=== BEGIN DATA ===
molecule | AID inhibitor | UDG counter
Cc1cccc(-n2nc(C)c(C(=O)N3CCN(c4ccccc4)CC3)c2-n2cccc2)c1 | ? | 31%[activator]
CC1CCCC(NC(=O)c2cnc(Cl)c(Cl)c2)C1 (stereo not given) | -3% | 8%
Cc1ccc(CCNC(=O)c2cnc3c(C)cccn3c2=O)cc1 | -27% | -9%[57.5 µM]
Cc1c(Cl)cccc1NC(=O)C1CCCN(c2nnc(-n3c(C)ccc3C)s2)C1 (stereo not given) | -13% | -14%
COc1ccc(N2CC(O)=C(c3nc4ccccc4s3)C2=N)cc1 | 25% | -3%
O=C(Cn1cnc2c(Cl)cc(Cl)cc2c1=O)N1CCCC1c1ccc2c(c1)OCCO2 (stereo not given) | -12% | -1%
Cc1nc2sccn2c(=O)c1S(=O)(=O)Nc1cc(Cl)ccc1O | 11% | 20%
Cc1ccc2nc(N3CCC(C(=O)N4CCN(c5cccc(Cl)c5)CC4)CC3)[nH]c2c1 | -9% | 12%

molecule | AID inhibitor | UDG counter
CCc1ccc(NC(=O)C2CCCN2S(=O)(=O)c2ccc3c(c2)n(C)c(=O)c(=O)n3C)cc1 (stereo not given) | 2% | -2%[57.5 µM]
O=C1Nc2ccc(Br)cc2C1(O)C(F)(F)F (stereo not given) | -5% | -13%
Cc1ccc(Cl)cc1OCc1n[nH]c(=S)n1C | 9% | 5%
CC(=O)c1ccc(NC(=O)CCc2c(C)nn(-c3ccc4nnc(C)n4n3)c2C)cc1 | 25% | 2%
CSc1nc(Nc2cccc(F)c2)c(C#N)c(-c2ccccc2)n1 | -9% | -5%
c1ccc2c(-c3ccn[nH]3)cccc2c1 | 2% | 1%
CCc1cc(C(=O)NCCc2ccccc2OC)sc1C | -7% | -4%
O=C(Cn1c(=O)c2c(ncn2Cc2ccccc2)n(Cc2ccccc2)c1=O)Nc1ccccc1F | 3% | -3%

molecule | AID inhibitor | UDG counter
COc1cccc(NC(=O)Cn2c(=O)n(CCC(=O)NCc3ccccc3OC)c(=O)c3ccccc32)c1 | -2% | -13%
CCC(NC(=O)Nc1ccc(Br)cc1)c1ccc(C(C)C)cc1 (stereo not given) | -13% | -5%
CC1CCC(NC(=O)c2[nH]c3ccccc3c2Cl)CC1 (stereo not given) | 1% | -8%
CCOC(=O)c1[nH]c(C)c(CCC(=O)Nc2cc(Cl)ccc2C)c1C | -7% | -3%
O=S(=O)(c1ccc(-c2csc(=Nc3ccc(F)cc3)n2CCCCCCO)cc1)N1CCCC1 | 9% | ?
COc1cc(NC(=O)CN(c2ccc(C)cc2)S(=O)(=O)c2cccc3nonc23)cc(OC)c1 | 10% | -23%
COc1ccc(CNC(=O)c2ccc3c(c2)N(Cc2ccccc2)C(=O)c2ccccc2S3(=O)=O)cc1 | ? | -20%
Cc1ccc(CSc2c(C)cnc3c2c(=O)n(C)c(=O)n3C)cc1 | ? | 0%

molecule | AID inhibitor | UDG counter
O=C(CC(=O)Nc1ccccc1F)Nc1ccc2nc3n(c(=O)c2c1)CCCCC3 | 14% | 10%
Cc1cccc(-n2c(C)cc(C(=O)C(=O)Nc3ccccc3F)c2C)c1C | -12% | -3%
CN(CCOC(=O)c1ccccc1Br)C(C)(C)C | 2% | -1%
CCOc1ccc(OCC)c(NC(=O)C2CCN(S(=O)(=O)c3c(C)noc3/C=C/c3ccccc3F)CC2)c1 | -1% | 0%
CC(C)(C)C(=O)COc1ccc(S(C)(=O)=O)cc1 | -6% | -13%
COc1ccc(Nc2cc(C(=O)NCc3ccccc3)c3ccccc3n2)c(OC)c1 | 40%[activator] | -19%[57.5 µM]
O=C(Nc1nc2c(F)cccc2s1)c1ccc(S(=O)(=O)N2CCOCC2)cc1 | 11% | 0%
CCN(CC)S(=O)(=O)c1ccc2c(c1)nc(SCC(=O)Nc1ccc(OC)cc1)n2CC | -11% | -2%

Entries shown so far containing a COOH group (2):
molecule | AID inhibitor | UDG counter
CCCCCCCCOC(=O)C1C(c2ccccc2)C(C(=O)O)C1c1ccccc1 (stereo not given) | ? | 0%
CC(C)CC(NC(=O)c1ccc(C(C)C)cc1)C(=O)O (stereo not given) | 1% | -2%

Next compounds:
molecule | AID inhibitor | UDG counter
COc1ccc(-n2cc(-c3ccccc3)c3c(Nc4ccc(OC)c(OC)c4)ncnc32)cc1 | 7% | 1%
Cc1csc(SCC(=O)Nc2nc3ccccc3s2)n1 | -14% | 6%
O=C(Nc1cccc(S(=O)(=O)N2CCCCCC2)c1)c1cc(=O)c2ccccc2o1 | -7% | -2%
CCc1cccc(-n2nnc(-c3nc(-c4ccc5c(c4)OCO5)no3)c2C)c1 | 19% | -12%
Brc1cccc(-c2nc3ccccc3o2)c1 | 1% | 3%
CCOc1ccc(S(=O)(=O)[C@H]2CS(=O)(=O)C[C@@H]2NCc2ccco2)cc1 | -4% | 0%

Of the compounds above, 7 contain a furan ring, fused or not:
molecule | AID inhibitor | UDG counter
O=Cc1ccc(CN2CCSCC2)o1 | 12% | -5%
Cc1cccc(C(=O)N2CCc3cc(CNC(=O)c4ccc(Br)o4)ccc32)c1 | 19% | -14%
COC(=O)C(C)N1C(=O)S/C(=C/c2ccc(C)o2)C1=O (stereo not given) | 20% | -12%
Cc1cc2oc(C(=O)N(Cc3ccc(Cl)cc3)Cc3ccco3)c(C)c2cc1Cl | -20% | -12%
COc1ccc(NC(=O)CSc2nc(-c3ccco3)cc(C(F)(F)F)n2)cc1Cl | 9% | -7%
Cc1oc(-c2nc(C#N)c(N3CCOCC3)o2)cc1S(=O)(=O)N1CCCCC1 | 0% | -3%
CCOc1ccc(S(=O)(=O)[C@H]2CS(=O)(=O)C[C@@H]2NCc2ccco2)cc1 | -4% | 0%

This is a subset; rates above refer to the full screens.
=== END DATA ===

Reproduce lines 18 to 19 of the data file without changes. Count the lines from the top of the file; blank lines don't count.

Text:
O=C(Cn1c(=O)c2c(ncn2Cc2ccccc2)n(Cc2ccccc2)c1=O)Nc1ccccc1F | 3% | -3%

molecule | AID inhibitor | UDG counter